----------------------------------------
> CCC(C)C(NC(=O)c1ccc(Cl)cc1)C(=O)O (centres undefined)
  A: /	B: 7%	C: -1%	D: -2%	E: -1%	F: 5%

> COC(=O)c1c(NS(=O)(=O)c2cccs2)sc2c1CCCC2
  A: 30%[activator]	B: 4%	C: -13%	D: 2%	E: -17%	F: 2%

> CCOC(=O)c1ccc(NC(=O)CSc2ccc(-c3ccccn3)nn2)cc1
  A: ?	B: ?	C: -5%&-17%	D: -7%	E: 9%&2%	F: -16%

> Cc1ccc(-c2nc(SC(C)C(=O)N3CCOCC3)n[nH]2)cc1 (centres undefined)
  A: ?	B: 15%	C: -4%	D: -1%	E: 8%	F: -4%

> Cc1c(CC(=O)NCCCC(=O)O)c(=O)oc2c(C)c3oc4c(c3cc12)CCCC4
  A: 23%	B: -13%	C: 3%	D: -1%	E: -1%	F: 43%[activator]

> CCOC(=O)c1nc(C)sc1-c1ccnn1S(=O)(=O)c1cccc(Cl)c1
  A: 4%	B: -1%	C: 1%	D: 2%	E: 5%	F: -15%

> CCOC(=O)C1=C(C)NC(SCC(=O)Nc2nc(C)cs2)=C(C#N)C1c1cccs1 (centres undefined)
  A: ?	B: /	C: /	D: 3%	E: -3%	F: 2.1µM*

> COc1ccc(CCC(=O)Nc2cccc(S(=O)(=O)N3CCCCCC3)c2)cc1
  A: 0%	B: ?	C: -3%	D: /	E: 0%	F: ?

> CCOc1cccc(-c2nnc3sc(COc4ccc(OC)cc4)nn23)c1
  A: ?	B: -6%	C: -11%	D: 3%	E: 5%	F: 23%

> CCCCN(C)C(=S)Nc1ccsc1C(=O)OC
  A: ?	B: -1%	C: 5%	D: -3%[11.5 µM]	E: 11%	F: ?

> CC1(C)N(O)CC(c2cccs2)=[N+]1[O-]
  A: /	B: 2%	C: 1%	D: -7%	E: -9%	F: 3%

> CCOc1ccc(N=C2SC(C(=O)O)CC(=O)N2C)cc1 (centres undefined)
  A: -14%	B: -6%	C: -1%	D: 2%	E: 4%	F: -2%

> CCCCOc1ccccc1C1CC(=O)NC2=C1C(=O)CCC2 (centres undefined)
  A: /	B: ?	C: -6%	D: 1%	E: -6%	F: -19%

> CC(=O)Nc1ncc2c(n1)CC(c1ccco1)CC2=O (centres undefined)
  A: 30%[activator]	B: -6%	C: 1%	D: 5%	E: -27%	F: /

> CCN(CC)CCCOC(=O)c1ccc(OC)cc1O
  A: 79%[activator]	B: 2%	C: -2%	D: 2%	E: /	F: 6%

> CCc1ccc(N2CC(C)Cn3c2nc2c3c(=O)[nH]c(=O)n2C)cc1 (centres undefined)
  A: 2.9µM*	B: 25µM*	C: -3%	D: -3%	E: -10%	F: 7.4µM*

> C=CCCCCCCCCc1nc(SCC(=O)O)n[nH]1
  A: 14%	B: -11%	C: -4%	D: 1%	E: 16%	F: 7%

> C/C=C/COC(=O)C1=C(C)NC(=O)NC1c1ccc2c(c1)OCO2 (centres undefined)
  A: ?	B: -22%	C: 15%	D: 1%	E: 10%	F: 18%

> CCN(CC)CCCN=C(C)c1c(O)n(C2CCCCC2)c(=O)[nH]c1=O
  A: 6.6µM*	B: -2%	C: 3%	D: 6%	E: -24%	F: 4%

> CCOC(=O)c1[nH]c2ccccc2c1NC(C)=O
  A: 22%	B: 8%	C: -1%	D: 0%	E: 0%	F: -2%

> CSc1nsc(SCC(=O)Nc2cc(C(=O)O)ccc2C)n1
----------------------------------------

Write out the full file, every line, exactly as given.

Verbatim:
> CCC(C)C(NC(=O)c1ccc(Cl)cc1)C(=O)O (centres undefined)
  A: /	B: 7%	C: -1%	D: -2%	E: -1%	F: 5%

> COC(=O)c1c(NS(=O)(=O)c2cccs2)sc2c1CCCC2
  A: 30%[activator]	B: 4%	C: -13%	D: 2%	E: -17%	F: 2%

> CCOC(=O)c1ccc(NC(=O)CSc2ccc(-c3ccccn3)nn2)cc1
  A: ?	B: ?	C: -5%&-17%	D: -7%	E: 9%&2%	F: -16%

> Cc1ccc(-c2nc(SC(C)C(=O)N3CCOCC3)n[nH]2)cc1 (centres undefined)
  A: ?	B: 15%	C: -4%	D: -1%	E: 8%	F: -4%

> Cc1c(CC(=O)NCCCC(=O)O)c(=O)oc2c(C)c3oc4c(c3cc12)CCCC4
  A: 23%	B: -13%	C: 3%	D: -1%	E: -1%	F: 43%[activator]

> CCOC(=O)c1nc(C)sc1-c1ccnn1S(=O)(=O)c1cccc(Cl)c1
  A: 4%	B: -1%	C: 1%	D: 2%	E: 5%	F: -15%

> CCOC(=O)C1=C(C)NC(SCC(=O)Nc2nc(C)cs2)=C(C#N)C1c1cccs1 (centres undefined)
  A: ?	B: /	C: /	D: 3%	E: -3%	F: 2.1µM*

> COc1ccc(CCC(=O)Nc2cccc(S(=O)(=O)N3CCCCCC3)c2)cc1
  A: 0%	B: ?	C: -3%	D: /	E: 0%	F: ?

> CCOc1cccc(-c2nnc3sc(COc4ccc(OC)cc4)nn23)c1
  A: ?	B: -6%	C: -11%	D: 3%	E: 5%	F: 23%

> CCCCN(C)C(=S)Nc1ccsc1C(=O)OC
  A: ?	B: -1%	C: 5%	D: -3%[11.5 µM]	E: 11%	F: ?

> CC1(C)N(O)CC(c2cccs2)=[N+]1[O-]
  A: /	B: 2%	C: 1%	D: -7%	E: -9%	F: 3%

> CCOc1ccc(N=C2SC(C(=O)O)CC(=O)N2C)cc1 (centres undefined)
  A: -14%	B: -6%	C: -1%	D: 2%	E: 4%	F: -2%

> CCCCOc1ccccc1C1CC(=O)NC2=C1C(=O)CCC2 (centres undefined)
  A: /	B: ?	C: -6%	D: 1%	E: -6%	F: -19%

> CC(=O)Nc1ncc2c(n1)CC(c1ccco1)CC2=O (centres undefined)
  A: 30%[activator]	B: -6%	C: 1%	D: 5%	E: -27%	F: /

> CCN(CC)CCCOC(=O)c1ccc(OC)cc1O
  A: 79%[activator]	B: 2%	C: -2%	D: 2%	E: /	F: 6%

> CCc1ccc(N2CC(C)Cn3c2nc2c3c(=O)[nH]c(=O)n2C)cc1 (centres undefined)
  A: 2.9µM*	B: 25µM*	C: -3%	D: -3%	E: -10%	F: 7.4µM*

> C=CCCCCCCCCc1nc(SCC(=O)O)n[nH]1
  A: 14%	B: -11%	C: -4%	D: 1%	E: 16%	F: 7%

> C/C=C/COC(=O)C1=C(C)NC(=O)NC1c1ccc2c(c1)OCO2 (centres undefined)
  A: ?	B: -22%	C: 15%	D: 1%	E: 10%	F: 18%

> CCN(CC)CCCN=C(C)c1c(O)n(C2CCCCC2)c(=O)[nH]c1=O
  A: 6.6µM*	B: -2%	C: 3%	D: 6%	E: -24%	F: 4%

> CCOC(=O)c1[nH]c2ccccc2c1NC(C)=O
  A: 22%	B: 8%	C: -1%	D: 0%	E: 0%	F: -2%

> CSc1nsc(SCC(=O)Nc2cc(C(=O)O)ccc2C)n1